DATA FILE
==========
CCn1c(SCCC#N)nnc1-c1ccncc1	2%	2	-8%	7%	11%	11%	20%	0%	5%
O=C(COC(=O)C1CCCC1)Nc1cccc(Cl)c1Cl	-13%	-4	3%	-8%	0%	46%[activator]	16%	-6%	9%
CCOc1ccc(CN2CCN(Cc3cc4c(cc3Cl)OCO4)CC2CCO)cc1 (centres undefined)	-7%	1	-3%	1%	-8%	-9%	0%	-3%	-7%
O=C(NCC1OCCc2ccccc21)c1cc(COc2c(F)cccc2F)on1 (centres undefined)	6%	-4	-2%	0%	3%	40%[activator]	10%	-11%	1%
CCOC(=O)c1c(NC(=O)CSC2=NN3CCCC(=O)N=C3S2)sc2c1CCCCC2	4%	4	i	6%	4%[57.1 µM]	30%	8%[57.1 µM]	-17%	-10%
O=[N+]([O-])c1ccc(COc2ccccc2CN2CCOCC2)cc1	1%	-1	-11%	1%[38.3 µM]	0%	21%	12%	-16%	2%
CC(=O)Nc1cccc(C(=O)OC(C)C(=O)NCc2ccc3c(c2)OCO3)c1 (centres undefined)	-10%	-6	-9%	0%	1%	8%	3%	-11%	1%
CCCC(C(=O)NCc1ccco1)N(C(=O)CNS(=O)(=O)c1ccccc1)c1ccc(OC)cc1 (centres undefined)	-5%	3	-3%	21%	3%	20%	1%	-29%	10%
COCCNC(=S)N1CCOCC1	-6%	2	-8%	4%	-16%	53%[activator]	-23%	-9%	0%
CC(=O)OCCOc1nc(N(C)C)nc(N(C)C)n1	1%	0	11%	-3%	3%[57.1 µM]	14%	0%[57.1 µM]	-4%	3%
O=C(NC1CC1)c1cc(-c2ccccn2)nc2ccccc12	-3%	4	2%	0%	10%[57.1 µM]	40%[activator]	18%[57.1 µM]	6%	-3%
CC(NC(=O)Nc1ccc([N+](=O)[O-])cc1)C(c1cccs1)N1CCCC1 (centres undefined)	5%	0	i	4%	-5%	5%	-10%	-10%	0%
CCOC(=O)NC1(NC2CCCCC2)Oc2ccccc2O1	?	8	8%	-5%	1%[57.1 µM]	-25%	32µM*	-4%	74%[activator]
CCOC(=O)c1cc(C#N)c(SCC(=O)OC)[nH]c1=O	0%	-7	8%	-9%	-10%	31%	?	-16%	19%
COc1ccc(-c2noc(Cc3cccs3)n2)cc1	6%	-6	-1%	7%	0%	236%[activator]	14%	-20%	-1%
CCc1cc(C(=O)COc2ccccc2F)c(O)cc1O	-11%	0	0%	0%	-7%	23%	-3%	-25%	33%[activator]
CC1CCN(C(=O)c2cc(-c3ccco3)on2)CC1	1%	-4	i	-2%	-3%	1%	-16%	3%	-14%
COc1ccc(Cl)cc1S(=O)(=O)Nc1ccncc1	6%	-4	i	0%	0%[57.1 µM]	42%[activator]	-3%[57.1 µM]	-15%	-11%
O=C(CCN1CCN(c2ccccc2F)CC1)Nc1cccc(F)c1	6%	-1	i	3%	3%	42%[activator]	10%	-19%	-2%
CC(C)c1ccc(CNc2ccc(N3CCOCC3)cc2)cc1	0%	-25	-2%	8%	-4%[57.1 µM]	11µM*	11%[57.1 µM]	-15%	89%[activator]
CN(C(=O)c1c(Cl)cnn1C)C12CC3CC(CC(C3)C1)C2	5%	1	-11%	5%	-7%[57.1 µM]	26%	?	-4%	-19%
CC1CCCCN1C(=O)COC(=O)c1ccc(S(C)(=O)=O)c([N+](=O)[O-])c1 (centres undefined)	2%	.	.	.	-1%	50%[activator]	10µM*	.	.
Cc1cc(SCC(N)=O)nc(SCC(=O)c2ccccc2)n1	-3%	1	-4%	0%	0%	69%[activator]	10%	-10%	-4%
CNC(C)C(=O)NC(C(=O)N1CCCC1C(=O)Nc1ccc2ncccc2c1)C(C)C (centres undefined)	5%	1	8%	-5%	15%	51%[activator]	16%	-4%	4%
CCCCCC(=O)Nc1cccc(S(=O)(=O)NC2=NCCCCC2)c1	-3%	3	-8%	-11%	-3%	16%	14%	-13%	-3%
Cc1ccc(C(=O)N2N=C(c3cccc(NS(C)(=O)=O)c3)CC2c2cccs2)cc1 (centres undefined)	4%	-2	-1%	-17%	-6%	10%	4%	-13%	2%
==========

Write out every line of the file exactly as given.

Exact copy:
CCn1c(SCCC#N)nnc1-c1ccncc1	2%	2	-8%	7%	11%	11%	20%	0%	5%
O=C(COC(=O)C1CCCC1)Nc1cccc(Cl)c1Cl	-13%	-4	3%	-8%	0%	46%[activator]	16%	-6%	9%
CCOc1ccc(CN2CCN(Cc3cc4c(cc3Cl)OCO4)CC2CCO)cc1 (centres undefined)	-7%	1	-3%	1%	-8%	-9%	0%	-3%	-7%
O=C(NCC1OCCc2ccccc21)c1cc(COc2c(F)cccc2F)on1 (centres undefined)	6%	-4	-2%	0%	3%	40%[activator]	10%	-11%	1%
CCOC(=O)c1c(NC(=O)CSC2=NN3CCCC(=O)N=C3S2)sc2c1CCCCC2	4%	4	i	6%	4%[57.1 µM]	30%	8%[57.1 µM]	-17%	-10%
O=[N+]([O-])c1ccc(COc2ccccc2CN2CCOCC2)cc1	1%	-1	-11%	1%[38.3 µM]	0%	21%	12%	-16%	2%
CC(=O)Nc1cccc(C(=O)OC(C)C(=O)NCc2ccc3c(c2)OCO3)c1 (centres undefined)	-10%	-6	-9%	0%	1%	8%	3%	-11%	1%
CCCC(C(=O)NCc1ccco1)N(C(=O)CNS(=O)(=O)c1ccccc1)c1ccc(OC)cc1 (centres undefined)	-5%	3	-3%	21%	3%	20%	1%	-29%	10%
COCCNC(=S)N1CCOCC1	-6%	2	-8%	4%	-16%	53%[activator]	-23%	-9%	0%
CC(=O)OCCOc1nc(N(C)C)nc(N(C)C)n1	1%	0	11%	-3%	3%[57.1 µM]	14%	0%[57.1 µM]	-4%	3%
O=C(NC1CC1)c1cc(-c2ccccn2)nc2ccccc12	-3%	4	2%	0%	10%[57.1 µM]	40%[activator]	18%[57.1 µM]	6%	-3%
CC(NC(=O)Nc1ccc([N+](=O)[O-])cc1)C(c1cccs1)N1CCCC1 (centres undefined)	5%	0	i	4%	-5%	5%	-10%	-10%	0%
CCOC(=O)NC1(NC2CCCCC2)Oc2ccccc2O1	?	8	8%	-5%	1%[57.1 µM]	-25%	32µM*	-4%	74%[activator]
CCOC(=O)c1cc(C#N)c(SCC(=O)OC)[nH]c1=O	0%	-7	8%	-9%	-10%	31%	?	-16%	19%
COc1ccc(-c2noc(Cc3cccs3)n2)cc1	6%	-6	-1%	7%	0%	236%[activator]	14%	-20%	-1%
CCc1cc(C(=O)COc2ccccc2F)c(O)cc1O	-11%	0	0%	0%	-7%	23%	-3%	-25%	33%[activator]
CC1CCN(C(=O)c2cc(-c3ccco3)on2)CC1	1%	-4	i	-2%	-3%	1%	-16%	3%	-14%
COc1ccc(Cl)cc1S(=O)(=O)Nc1ccncc1	6%	-4	i	0%	0%[57.1 µM]	42%[activator]	-3%[57.1 µM]	-15%	-11%
O=C(CCN1CCN(c2ccccc2F)CC1)Nc1cccc(F)c1	6%	-1	i	3%	3%	42%[activator]	10%	-19%	-2%
CC(C)c1ccc(CNc2ccc(N3CCOCC3)cc2)cc1	0%	-25	-2%	8%	-4%[57.1 µM]	11µM*	11%[57.1 µM]	-15%	89%[activator]
CN(C(=O)c1c(Cl)cnn1C)C12CC3CC(CC(C3)C1)C2	5%	1	-11%	5%	-7%[57.1 µM]	26%	?	-4%	-19%
CC1CCCCN1C(=O)COC(=O)c1ccc(S(C)(=O)=O)c([N+](=O)[O-])c1 (centres undefined)	2%	.	.	.	-1%	50%[activator]	10µM*	.	.
Cc1cc(SCC(N)=O)nc(SCC(=O)c2ccccc2)n1	-3%	1	-4%	0%	0%	69%[activator]	10%	-10%	-4%
CNC(C)C(=O)NC(C(=O)N1CCCC1C(=O)Nc1ccc2ncccc2c1)C(C)C (centres undefined)	5%	1	8%	-5%	15%	51%[activator]	16%	-4%	4%
CCCCCC(=O)Nc1cccc(S(=O)(=O)NC2=NCCCCC2)c1	-3%	3	-8%	-11%	-3%	16%	14%	-13%	-3%
Cc1ccc(C(=O)N2N=C(c3cccc(NS(C)(=O)=O)c3)CC2c2cccs2)cc1 (centres undefined)	4%	-2	-1%	-17%	-6%	10%	4%	-13%	2%